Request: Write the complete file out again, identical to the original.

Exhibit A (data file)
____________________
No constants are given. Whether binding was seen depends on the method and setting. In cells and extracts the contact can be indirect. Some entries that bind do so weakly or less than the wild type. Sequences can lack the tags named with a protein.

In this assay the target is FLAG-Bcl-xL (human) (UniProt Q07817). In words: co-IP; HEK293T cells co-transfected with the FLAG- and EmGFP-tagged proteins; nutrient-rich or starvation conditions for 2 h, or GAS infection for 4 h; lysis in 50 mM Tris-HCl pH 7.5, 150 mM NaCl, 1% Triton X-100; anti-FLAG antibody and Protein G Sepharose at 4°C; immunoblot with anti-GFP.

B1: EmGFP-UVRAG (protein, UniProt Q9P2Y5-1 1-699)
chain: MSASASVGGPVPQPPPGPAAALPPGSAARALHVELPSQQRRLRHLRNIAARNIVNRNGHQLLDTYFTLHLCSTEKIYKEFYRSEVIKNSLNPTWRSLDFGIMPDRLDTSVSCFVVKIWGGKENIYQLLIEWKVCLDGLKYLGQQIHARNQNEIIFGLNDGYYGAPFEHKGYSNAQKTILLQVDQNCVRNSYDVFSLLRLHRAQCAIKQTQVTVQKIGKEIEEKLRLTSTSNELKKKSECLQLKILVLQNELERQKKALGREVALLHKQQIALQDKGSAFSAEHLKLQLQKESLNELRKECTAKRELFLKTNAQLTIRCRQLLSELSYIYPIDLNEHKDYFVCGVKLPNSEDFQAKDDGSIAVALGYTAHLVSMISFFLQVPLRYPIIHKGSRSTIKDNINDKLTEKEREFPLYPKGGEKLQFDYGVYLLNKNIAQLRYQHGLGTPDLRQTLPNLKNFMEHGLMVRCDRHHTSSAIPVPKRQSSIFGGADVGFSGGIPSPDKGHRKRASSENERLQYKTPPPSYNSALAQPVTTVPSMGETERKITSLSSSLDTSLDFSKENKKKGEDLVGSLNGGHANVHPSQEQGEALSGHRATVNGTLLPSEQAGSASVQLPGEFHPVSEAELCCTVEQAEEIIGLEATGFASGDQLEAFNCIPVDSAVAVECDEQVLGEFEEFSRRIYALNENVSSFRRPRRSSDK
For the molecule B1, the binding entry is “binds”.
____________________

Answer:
No constants are given. Whether binding was seen depends on the method and setting. In cells and extracts the contact can be indirect. Some entries that bind do so weakly or less than the wild type. Sequences can lack the tags named with a protein.

In this assay the target is FLAG-Bcl-xL (human) (UniProt Q07817). In words: co-IP; HEK293T cells co-transfected with the FLAG- and EmGFP-tagged proteins; nutrient-rich or starvation conditions for 2 h, or GAS infection for 4 h; lysis in 50 mM Tris-HCl pH 7.5, 150 mM NaCl, 1% Triton X-100; anti-FLAG antibody and Protein G Sepharose at 4°C; immunoblot with anti-GFP.

B1: EmGFP-UVRAG (protein, UniProt Q9P2Y5-1 1-699)
chain: MSASASVGGPVPQPPPGPAAALPPGSAARALHVELPSQQRRLRHLRNIAARNIVNRNGHQLLDTYFTLHLCSTEKIYKEFYRSEVIKNSLNPTWRSLDFGIMPDRLDTSVSCFVVKIWGGKENIYQLLIEWKVCLDGLKYLGQQIHARNQNEIIFGLNDGYYGAPFEHKGYSNAQKTILLQVDQNCVRNSYDVFSLLRLHRAQCAIKQTQVTVQKIGKEIEEKLRLTSTSNELKKKSECLQLKILVLQNELERQKKALGREVALLHKQQIALQDKGSAFSAEHLKLQLQKESLNELRKECTAKRELFLKTNAQLTIRCRQLLSELSYIYPIDLNEHKDYFVCGVKLPNSEDFQAKDDGSIAVALGYTAHLVSMISFFLQVPLRYPIIHKGSRSTIKDNINDKLTEKEREFPLYPKGGEKLQFDYGVYLLNKNIAQLRYQHGLGTPDLRQTLPNLKNFMEHGLMVRCDRHHTSSAIPVPKRQSSIFGGADVGFSGGIPSPDKGHRKRASSENERLQYKTPPPSYNSALAQPVTTVPSMGETERKITSLSSSLDTSLDFSKENKKKGEDLVGSLNGGHANVHPSQEQGEALSGHRATVNGTLLPSEQAGSASVQLPGEFHPVSEAELCCTVEQAEEIIGLEATGFASGDQLEAFNCIPVDSAVAVECDEQVLGEFEEFSRRIYALNENVSSFRRPRRSSDK
For the molecule B1, the binding entry is “binds”.